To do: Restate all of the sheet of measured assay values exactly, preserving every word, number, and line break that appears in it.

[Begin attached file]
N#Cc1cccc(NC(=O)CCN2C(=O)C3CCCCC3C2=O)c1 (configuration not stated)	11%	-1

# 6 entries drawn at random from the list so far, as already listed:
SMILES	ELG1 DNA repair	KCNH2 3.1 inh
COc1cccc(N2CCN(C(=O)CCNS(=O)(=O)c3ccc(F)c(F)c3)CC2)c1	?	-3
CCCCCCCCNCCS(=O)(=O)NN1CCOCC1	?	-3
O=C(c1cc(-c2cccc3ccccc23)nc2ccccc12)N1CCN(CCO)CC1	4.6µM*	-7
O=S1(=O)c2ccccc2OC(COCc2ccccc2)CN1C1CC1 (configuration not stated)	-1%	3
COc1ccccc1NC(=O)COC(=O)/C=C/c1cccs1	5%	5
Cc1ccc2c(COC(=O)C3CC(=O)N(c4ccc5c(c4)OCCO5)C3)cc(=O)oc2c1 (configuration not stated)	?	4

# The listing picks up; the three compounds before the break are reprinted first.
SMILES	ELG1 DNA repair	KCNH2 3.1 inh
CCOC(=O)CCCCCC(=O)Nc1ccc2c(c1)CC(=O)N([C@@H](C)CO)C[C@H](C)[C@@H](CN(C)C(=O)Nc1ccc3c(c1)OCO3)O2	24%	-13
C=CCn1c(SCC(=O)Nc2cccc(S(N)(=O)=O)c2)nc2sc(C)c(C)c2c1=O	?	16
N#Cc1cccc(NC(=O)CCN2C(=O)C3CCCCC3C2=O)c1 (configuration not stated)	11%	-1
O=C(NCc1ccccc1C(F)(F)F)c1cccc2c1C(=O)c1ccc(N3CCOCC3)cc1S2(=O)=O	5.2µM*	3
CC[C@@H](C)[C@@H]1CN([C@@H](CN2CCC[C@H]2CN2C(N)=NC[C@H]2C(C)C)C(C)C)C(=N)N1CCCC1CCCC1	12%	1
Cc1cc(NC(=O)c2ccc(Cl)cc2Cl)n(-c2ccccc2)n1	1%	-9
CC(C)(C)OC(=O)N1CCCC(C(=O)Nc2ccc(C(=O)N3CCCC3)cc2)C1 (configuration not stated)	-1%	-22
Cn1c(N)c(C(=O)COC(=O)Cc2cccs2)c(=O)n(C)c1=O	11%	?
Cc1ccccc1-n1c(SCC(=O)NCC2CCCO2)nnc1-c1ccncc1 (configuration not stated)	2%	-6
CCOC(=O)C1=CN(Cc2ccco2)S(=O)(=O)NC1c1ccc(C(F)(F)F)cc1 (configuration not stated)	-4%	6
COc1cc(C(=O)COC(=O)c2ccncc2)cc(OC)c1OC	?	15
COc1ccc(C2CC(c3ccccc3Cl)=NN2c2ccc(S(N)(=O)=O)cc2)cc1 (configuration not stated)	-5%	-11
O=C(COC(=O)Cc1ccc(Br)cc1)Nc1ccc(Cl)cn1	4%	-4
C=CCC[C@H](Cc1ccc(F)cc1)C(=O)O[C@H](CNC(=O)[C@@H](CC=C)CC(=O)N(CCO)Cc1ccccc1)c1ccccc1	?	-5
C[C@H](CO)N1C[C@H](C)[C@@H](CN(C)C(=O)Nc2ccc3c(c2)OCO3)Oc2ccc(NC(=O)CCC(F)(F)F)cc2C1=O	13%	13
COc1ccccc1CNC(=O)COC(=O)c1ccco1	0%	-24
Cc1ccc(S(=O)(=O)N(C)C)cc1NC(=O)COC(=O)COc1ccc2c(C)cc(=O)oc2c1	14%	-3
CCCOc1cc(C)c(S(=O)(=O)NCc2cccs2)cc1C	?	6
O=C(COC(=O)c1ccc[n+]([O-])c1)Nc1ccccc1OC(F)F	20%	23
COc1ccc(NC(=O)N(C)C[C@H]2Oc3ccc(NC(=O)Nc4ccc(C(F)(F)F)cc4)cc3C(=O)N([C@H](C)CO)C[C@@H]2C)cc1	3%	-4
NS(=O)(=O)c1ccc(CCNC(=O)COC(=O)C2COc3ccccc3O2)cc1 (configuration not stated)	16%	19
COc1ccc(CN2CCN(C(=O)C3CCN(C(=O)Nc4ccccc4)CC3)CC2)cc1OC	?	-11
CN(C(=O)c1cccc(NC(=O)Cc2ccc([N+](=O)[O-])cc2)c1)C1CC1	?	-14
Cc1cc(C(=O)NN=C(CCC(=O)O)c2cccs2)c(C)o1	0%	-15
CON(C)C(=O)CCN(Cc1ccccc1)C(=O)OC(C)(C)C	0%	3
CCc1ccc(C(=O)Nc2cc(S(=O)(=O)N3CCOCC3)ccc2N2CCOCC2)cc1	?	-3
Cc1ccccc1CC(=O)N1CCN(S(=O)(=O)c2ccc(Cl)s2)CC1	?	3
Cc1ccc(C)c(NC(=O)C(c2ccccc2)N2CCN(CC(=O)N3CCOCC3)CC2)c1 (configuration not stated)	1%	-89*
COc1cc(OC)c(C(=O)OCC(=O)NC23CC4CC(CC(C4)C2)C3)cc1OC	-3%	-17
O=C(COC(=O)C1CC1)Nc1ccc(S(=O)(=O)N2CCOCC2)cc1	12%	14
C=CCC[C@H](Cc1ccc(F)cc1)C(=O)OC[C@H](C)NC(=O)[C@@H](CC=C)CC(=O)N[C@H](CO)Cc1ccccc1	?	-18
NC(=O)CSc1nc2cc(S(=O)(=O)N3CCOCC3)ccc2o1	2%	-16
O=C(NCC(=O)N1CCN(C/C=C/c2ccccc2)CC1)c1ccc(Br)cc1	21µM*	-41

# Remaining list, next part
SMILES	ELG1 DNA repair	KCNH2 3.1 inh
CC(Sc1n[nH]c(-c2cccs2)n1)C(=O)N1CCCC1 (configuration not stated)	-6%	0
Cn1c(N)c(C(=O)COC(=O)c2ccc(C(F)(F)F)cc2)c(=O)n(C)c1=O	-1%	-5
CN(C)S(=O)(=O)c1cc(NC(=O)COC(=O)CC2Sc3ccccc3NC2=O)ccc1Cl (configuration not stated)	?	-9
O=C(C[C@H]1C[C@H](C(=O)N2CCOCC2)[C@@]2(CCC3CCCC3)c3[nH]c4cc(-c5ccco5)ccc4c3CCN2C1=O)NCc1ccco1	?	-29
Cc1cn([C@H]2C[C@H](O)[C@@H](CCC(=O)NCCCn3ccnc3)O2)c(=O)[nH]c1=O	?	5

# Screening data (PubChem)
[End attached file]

N#Cc1cccc(NC(=O)CCN2C(=O)C3CCCCC3C2=O)c1 (configuration not stated)	11%	-1

# 6 entries drawn at random from the list so far, as already listed:
SMILES	ELG1 DNA repair	KCNH2 3.1 inh
COc1cccc(N2CCN(C(=O)CCNS(=O)(=O)c3ccc(F)c(F)c3)CC2)c1	?	-3
CCCCCCCCNCCS(=O)(=O)NN1CCOCC1	?	-3
O=C(c1cc(-c2cccc3ccccc23)nc2ccccc12)N1CCN(CCO)CC1	4.6µM*	-7
O=S1(=O)c2ccccc2OC(COCc2ccccc2)CN1C1CC1 (configuration not stated)	-1%	3
COc1ccccc1NC(=O)COC(=O)/C=C/c1cccs1	5%	5
Cc1ccc2c(COC(=O)C3CC(=O)N(c4ccc5c(c4)OCCO5)C3)cc(=O)oc2c1 (configuration not stated)	?	4

# The listing picks up; the three compounds before the break are reprinted first.
SMILES	ELG1 DNA repair	KCNH2 3.1 inh
CCOC(=O)CCCCCC(=O)Nc1ccc2c(c1)CC(=O)N([C@@H](C)CO)C[C@H](C)[C@@H](CN(C)C(=O)Nc1ccc3c(c1)OCO3)O2	24%	-13
C=CCn1c(SCC(=O)Nc2cccc(S(N)(=O)=O)c2)nc2sc(C)c(C)c2c1=O	?	16
N#Cc1cccc(NC(=O)CCN2C(=O)C3CCCCC3C2=O)c1 (configuration not stated)	11%	-1
O=C(NCc1ccccc1C(F)(F)F)c1cccc2c1C(=O)c1ccc(N3CCOCC3)cc1S2(=O)=O	5.2µM*	3
CC[C@@H](C)[C@@H]1CN([C@@H](CN2CCC[C@H]2CN2C(N)=NC[C@H]2C(C)C)C(C)C)C(=N)N1CCCC1CCCC1	12%	1
Cc1cc(NC(=O)c2ccc(Cl)cc2Cl)n(-c2ccccc2)n1	1%	-9
CC(C)(C)OC(=O)N1CCCC(C(=O)Nc2ccc(C(=O)N3CCCC3)cc2)C1 (configuration not stated)	-1%	-22
Cn1c(N)c(C(=O)COC(=O)Cc2cccs2)c(=O)n(C)c1=O	11%	?
Cc1ccccc1-n1c(SCC(=O)NCC2CCCO2)nnc1-c1ccncc1 (configuration not stated)	2%	-6
CCOC(=O)C1=CN(Cc2ccco2)S(=O)(=O)NC1c1ccc(C(F)(F)F)cc1 (configuration not stated)	-4%	6
COc1cc(C(=O)COC(=O)c2ccncc2)cc(OC)c1OC	?	15
COc1ccc(C2CC(c3ccccc3Cl)=NN2c2ccc(S(N)(=O)=O)cc2)cc1 (configuration not stated)	-5%	-11
O=C(COC(=O)Cc1ccc(Br)cc1)Nc1ccc(Cl)cn1	4%	-4
C=CCC[C@H](Cc1ccc(F)cc1)C(=O)O[C@H](CNC(=O)[C@@H](CC=C)CC(=O)N(CCO)Cc1ccccc1)c1ccccc1	?	-5
C[C@H](CO)N1C[C@H](C)[C@@H](CN(C)C(=O)Nc2ccc3c(c2)OCO3)Oc2ccc(NC(=O)CCC(F)(F)F)cc2C1=O	13%	13
COc1ccccc1CNC(=O)COC(=O)c1ccco1	0%	-24
Cc1ccc(S(=O)(=O)N(C)C)cc1NC(=O)COC(=O)COc1ccc2c(C)cc(=O)oc2c1	14%	-3
CCCOc1cc(C)c(S(=O)(=O)NCc2cccs2)cc1C	?	6
O=C(COC(=O)c1ccc[n+]([O-])c1)Nc1ccccc1OC(F)F	20%	23
COc1ccc(NC(=O)N(C)C[C@H]2Oc3ccc(NC(=O)Nc4ccc(C(F)(F)F)cc4)cc3C(=O)N([C@H](C)CO)C[C@@H]2C)cc1	3%	-4
NS(=O)(=O)c1ccc(CCNC(=O)COC(=O)C2COc3ccccc3O2)cc1 (configuration not stated)	16%	19
COc1ccc(CN2CCN(C(=O)C3CCN(C(=O)Nc4ccccc4)CC3)CC2)cc1OC	?	-11
CN(C(=O)c1cccc(NC(=O)Cc2ccc([N+](=O)[O-])cc2)c1)C1CC1	?	-14
Cc1cc(C(=O)NN=C(CCC(=O)O)c2cccs2)c(C)o1	0%	-15
CON(C)C(=O)CCN(Cc1ccccc1)C(=O)OC(C)(C)C	0%	3
CCc1ccc(C(=O)Nc2cc(S(=O)(=O)N3CCOCC3)ccc2N2CCOCC2)cc1	?	-3
Cc1ccccc1CC(=O)N1CCN(S(=O)(=O)c2ccc(Cl)s2)CC1	?	3
Cc1ccc(C)c(NC(=O)C(c2ccccc2)N2CCN(CC(=O)N3CCOCC3)CC2)c1 (configuration not stated)	1%	-89*
COc1cc(OC)c(C(=O)OCC(=O)NC23CC4CC(CC(C4)C2)C3)cc1OC	-3%	-17
O=C(COC(=O)C1CC1)Nc1ccc(S(=O)(=O)N2CCOCC2)cc1	12%	14
C=CCC[C@H](Cc1ccc(F)cc1)C(=O)OC[C@H](C)NC(=O)[C@@H](CC=C)CC(=O)N[C@H](CO)Cc1ccccc1	?	-18
NC(=O)CSc1nc2cc(S(=O)(=O)N3CCOCC3)ccc2o1	2%	-16
O=C(NCC(=O)N1CCN(C/C=C/c2ccccc2)CC1)c1ccc(Br)cc1	21µM*	-41

# Remaining list, next part
SMILES	ELG1 DNA repair	KCNH2 3.1 inh
CC(Sc1n[nH]c(-c2cccs2)n1)C(=O)N1CCCC1 (configuration not stated)	-6%	0
Cn1c(N)c(C(=O)COC(=O)c2ccc(C(F)(F)F)cc2)c(=O)n(C)c1=O	-1%	-5
CN(C)S(=O)(=O)c1cc(NC(=O)COC(=O)CC2Sc3ccccc3NC2=O)ccc1Cl (configuration not stated)	?	-9
O=C(C[C@H]1C[C@H](C(=O)N2CCOCC2)[C@@]2(CCC3CCCC3)c3[nH]c4cc(-c5ccco5)ccc4c3CCN2C1=O)NCc1ccco1	?	-29
Cc1cn([C@H]2C[C@H](O)[C@@H](CCC(=O)NCCCn3ccnc3)O2)c(=O)[nH]c1=O	?	5

# Screening data (PubChem)